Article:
On Monday nights, the church offers “Celebrate Recovery,” a program to help recovering addicts, whether church members or not. Additionally, three professional counselors offer free assistance to church members suffering from anything from suicidal thoughts to people pleasing. “In here, it’s okay not to be okay,” he says.
This year Discover built a church in Honduras; it has another mission in El Salvador; and each year a mission team works in Haiti, where Windle, a Creole language speaker, has spent time.
Discover Church’s yearly income is $615,000. Discover has operating funds in the bank for about 13 weeks, which is five weeks beyond what a church of its size should have, Windle said. He’s been criticized for not keeping more, and for not raising and buying the million-dollar property outright, instead carrying a mortgage.
After operating expenses and salaries – he earns $49,000 in addition to his housing allowance – the church gave away 40 percent of its budget to charity last year. Tens of thousands of dollars were donated to local charities like CareNet, its foreign missions, and ad hoc help to widows in need of home repairs, families short on their power bills, and programs like the yearly backpack giveaway to schoolchildren.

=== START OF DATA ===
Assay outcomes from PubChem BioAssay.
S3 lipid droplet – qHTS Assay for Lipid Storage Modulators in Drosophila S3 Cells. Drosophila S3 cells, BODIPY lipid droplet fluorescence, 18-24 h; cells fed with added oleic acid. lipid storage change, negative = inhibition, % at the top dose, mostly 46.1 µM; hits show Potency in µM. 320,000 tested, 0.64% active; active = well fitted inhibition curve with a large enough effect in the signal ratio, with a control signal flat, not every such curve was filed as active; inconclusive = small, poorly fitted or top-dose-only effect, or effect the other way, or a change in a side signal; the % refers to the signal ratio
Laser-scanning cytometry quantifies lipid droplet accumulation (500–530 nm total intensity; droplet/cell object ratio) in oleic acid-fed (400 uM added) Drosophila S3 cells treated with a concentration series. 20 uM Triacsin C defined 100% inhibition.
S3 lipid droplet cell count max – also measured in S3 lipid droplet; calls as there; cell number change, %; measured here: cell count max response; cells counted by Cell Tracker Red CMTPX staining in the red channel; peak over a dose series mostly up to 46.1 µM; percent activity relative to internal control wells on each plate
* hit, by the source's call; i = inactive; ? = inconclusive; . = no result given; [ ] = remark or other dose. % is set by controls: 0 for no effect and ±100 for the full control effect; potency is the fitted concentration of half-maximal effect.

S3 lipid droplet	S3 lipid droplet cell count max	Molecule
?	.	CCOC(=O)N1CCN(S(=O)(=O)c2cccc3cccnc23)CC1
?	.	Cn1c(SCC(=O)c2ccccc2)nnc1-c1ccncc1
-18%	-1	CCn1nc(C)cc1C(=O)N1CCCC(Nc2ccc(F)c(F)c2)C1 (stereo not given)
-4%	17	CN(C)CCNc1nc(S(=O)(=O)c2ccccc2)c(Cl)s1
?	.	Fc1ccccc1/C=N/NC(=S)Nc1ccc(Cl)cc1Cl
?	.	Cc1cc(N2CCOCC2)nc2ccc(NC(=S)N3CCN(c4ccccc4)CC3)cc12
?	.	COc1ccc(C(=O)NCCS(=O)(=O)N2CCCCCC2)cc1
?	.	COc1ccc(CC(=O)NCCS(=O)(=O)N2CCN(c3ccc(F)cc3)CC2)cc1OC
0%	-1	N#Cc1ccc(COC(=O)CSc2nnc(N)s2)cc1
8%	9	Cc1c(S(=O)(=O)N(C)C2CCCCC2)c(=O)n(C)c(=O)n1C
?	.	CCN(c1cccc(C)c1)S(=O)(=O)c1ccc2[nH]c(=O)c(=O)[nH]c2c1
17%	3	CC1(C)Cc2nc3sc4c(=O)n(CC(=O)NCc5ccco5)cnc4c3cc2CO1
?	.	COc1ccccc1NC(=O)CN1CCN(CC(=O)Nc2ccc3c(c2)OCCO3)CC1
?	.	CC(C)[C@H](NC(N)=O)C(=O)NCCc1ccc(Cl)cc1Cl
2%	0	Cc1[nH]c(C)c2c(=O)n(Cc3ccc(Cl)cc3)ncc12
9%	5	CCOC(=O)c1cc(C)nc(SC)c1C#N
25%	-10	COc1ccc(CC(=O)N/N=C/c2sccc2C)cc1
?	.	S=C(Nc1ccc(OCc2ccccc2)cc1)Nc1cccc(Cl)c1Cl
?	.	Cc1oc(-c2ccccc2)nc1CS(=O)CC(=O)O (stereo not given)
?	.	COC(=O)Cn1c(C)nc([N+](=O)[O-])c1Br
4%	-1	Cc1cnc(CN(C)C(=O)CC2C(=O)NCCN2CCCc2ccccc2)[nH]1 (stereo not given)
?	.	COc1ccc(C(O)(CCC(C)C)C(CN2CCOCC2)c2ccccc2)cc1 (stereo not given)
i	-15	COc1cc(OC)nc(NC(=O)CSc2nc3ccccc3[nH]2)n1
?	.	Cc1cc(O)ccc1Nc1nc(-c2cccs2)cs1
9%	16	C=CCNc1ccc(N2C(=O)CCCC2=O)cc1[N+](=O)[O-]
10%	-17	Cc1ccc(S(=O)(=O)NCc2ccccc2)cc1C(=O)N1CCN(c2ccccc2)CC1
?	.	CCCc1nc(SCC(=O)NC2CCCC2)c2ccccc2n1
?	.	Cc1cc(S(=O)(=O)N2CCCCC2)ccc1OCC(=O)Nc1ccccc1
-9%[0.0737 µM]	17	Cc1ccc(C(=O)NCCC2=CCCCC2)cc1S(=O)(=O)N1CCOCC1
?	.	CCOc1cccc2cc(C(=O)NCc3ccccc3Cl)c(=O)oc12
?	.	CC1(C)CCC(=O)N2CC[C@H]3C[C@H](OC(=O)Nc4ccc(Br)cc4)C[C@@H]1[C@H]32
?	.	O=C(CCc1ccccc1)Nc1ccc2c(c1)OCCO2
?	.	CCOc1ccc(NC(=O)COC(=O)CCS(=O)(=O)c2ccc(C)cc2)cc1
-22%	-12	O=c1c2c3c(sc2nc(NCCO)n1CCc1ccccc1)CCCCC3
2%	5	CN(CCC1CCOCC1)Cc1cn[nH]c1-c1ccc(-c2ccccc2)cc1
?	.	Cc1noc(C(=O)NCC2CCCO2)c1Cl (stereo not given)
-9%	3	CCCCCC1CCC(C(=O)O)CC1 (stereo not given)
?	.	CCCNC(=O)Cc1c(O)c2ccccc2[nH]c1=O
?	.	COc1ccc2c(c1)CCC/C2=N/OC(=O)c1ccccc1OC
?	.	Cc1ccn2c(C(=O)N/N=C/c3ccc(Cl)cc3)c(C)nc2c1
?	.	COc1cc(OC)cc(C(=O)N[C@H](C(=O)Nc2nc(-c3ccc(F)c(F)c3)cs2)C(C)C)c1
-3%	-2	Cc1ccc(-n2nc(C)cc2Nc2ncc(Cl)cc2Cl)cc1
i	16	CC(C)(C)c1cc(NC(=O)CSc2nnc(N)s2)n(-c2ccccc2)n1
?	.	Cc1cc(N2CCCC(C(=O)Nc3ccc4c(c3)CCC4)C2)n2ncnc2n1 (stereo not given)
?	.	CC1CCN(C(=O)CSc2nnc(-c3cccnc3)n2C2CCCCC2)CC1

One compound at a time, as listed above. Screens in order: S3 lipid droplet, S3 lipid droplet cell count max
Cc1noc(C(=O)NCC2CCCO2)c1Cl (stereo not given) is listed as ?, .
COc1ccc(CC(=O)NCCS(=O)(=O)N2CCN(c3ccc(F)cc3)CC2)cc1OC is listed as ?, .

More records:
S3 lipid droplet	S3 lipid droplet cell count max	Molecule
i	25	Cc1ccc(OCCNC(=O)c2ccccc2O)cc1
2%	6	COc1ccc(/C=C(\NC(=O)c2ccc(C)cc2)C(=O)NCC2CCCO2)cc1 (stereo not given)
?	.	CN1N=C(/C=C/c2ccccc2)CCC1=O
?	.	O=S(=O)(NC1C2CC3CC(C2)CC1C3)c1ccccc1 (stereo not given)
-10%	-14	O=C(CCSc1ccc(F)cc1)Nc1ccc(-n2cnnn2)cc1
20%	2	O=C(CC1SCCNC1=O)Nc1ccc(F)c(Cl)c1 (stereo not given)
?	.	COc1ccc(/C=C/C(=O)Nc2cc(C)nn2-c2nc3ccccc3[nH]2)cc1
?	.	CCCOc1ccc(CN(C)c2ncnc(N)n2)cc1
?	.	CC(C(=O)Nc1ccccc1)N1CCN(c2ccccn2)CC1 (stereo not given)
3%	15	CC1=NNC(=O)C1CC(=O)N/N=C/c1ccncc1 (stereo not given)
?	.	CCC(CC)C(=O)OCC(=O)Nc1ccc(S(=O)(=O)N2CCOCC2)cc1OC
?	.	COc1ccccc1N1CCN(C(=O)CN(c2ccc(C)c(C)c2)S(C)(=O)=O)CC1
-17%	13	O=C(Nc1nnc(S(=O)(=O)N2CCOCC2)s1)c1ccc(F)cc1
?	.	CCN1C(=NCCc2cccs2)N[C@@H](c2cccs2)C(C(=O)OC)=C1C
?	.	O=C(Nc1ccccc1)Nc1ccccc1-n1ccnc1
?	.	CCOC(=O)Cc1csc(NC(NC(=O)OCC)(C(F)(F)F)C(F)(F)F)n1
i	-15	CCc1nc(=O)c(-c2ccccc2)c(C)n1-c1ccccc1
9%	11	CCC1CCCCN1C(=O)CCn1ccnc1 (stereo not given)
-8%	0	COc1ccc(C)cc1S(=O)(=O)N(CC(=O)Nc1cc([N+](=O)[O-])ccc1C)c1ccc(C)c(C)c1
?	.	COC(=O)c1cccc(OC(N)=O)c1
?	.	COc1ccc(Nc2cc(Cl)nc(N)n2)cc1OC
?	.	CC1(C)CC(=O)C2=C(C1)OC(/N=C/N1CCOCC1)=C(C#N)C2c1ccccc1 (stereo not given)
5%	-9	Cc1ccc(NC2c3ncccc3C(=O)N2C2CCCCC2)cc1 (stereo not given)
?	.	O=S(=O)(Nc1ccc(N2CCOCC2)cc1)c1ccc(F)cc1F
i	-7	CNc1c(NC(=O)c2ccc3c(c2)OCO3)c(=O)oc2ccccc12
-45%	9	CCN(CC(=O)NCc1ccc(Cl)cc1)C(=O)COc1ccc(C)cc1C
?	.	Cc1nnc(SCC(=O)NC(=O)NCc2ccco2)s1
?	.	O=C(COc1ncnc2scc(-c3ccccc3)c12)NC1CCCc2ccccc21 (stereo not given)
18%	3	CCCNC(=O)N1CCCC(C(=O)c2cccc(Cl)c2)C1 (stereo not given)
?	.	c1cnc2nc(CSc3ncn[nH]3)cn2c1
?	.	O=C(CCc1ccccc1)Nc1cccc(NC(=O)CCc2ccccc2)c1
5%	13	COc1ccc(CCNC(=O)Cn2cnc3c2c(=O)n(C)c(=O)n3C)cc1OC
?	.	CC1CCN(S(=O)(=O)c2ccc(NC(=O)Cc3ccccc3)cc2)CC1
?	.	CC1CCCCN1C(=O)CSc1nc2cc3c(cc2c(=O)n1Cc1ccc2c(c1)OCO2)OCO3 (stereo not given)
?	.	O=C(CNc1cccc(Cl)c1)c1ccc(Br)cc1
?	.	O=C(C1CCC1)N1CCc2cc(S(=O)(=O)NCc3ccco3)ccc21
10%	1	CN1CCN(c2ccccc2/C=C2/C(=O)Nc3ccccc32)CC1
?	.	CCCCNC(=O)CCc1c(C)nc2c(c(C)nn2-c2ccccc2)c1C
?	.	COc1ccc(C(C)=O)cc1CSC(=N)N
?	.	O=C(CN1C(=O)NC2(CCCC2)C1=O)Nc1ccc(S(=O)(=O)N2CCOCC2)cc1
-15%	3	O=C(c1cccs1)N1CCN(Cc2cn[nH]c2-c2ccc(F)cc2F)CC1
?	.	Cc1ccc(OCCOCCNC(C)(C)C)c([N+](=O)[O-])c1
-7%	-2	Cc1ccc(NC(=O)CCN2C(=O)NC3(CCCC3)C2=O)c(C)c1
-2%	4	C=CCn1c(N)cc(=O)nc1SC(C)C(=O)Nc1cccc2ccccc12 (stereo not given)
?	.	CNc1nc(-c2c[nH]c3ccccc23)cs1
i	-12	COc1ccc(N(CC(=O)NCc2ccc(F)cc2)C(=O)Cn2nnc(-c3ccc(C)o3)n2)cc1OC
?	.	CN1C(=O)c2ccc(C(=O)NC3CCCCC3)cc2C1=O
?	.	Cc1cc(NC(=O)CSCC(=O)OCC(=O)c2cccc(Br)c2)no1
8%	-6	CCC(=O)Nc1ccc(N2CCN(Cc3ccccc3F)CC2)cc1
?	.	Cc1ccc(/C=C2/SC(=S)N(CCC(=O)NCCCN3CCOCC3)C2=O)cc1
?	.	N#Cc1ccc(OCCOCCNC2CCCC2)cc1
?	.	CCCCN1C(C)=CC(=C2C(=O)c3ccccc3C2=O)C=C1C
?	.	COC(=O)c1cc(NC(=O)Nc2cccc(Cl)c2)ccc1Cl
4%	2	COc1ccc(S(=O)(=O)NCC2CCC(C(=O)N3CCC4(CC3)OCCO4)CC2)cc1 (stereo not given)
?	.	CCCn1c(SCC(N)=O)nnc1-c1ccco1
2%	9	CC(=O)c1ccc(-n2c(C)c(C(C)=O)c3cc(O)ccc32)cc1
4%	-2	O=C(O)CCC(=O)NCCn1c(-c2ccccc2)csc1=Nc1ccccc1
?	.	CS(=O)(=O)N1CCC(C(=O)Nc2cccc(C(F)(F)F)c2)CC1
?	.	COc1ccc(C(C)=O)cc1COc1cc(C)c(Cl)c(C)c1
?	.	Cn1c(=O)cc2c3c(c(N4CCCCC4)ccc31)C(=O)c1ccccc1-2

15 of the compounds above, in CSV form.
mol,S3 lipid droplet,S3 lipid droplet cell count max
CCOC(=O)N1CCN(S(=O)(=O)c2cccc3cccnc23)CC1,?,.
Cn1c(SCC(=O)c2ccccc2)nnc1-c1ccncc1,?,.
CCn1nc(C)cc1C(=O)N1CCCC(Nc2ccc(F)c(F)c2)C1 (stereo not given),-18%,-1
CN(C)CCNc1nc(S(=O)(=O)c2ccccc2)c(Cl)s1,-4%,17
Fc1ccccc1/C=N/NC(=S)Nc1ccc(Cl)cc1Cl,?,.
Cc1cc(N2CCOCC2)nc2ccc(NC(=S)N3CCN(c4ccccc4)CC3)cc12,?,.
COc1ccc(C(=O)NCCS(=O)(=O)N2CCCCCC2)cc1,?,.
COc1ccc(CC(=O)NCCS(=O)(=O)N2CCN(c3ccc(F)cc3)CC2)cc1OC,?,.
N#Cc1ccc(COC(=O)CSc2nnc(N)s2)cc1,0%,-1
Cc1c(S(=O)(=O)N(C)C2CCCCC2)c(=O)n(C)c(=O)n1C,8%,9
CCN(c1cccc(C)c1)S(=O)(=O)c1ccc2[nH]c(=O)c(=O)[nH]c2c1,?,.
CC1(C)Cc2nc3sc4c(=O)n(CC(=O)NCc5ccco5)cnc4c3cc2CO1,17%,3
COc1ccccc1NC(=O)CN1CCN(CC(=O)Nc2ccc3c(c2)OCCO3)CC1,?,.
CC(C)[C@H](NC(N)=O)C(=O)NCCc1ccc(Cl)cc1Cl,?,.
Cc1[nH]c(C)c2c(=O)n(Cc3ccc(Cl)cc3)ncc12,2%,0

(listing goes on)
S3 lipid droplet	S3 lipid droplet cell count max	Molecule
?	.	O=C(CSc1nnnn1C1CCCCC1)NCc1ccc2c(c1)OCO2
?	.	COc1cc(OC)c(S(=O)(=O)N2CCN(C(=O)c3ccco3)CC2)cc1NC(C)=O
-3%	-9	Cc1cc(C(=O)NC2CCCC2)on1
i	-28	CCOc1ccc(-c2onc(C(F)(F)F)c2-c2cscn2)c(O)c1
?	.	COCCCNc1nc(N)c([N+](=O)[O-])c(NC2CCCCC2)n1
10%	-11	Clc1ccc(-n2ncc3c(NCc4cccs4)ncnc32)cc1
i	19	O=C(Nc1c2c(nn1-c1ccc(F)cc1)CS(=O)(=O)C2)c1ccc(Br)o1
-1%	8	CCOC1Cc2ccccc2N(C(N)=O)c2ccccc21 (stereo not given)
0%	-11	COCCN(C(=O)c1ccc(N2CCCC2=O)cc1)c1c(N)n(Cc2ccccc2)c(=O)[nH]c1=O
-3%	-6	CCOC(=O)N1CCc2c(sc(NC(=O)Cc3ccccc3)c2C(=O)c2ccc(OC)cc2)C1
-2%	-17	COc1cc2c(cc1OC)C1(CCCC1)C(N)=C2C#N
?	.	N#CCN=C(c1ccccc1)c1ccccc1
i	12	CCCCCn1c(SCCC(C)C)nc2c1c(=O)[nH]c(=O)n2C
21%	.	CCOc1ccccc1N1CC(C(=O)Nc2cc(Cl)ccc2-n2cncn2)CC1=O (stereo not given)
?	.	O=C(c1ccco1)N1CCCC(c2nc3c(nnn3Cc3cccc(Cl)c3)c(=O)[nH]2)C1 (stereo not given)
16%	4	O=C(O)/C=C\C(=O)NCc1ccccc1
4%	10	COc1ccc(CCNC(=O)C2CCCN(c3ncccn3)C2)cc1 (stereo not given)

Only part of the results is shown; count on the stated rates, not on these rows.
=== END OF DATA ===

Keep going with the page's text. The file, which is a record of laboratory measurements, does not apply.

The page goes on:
“It is not just an event, it’s a culture,” Windle said of the concept of I Love My Town, which he learned while on a sabbatical to study ministry work in inner cities. “We’re trying to develop a culture of people who love their town.” Antoine agrees.
“Discover is just helping people to be more selfless, so serving other people rather than thinking about themselves, and just building community.”
Windle thinks Discover is part of a fresh, fun vision of what Franklin is.
“I think there are a lot of people who maybe grew up in Franklin who spent their entire lives waiting for the day that they could get out.”
Back on the stage after two songs, Windle covered Christianity’s compassion, mercy and benevolence to strangers before ending with a brief prayer and message:
“If you’re here today and you want to shop, and you are wondering how you can do that, you weren’t expecting this, I have some cash on me,” he said of congregant donations intended for holiday gifts. Several families took him up.
“With that being said, get an ornament. Let’s do this thing!”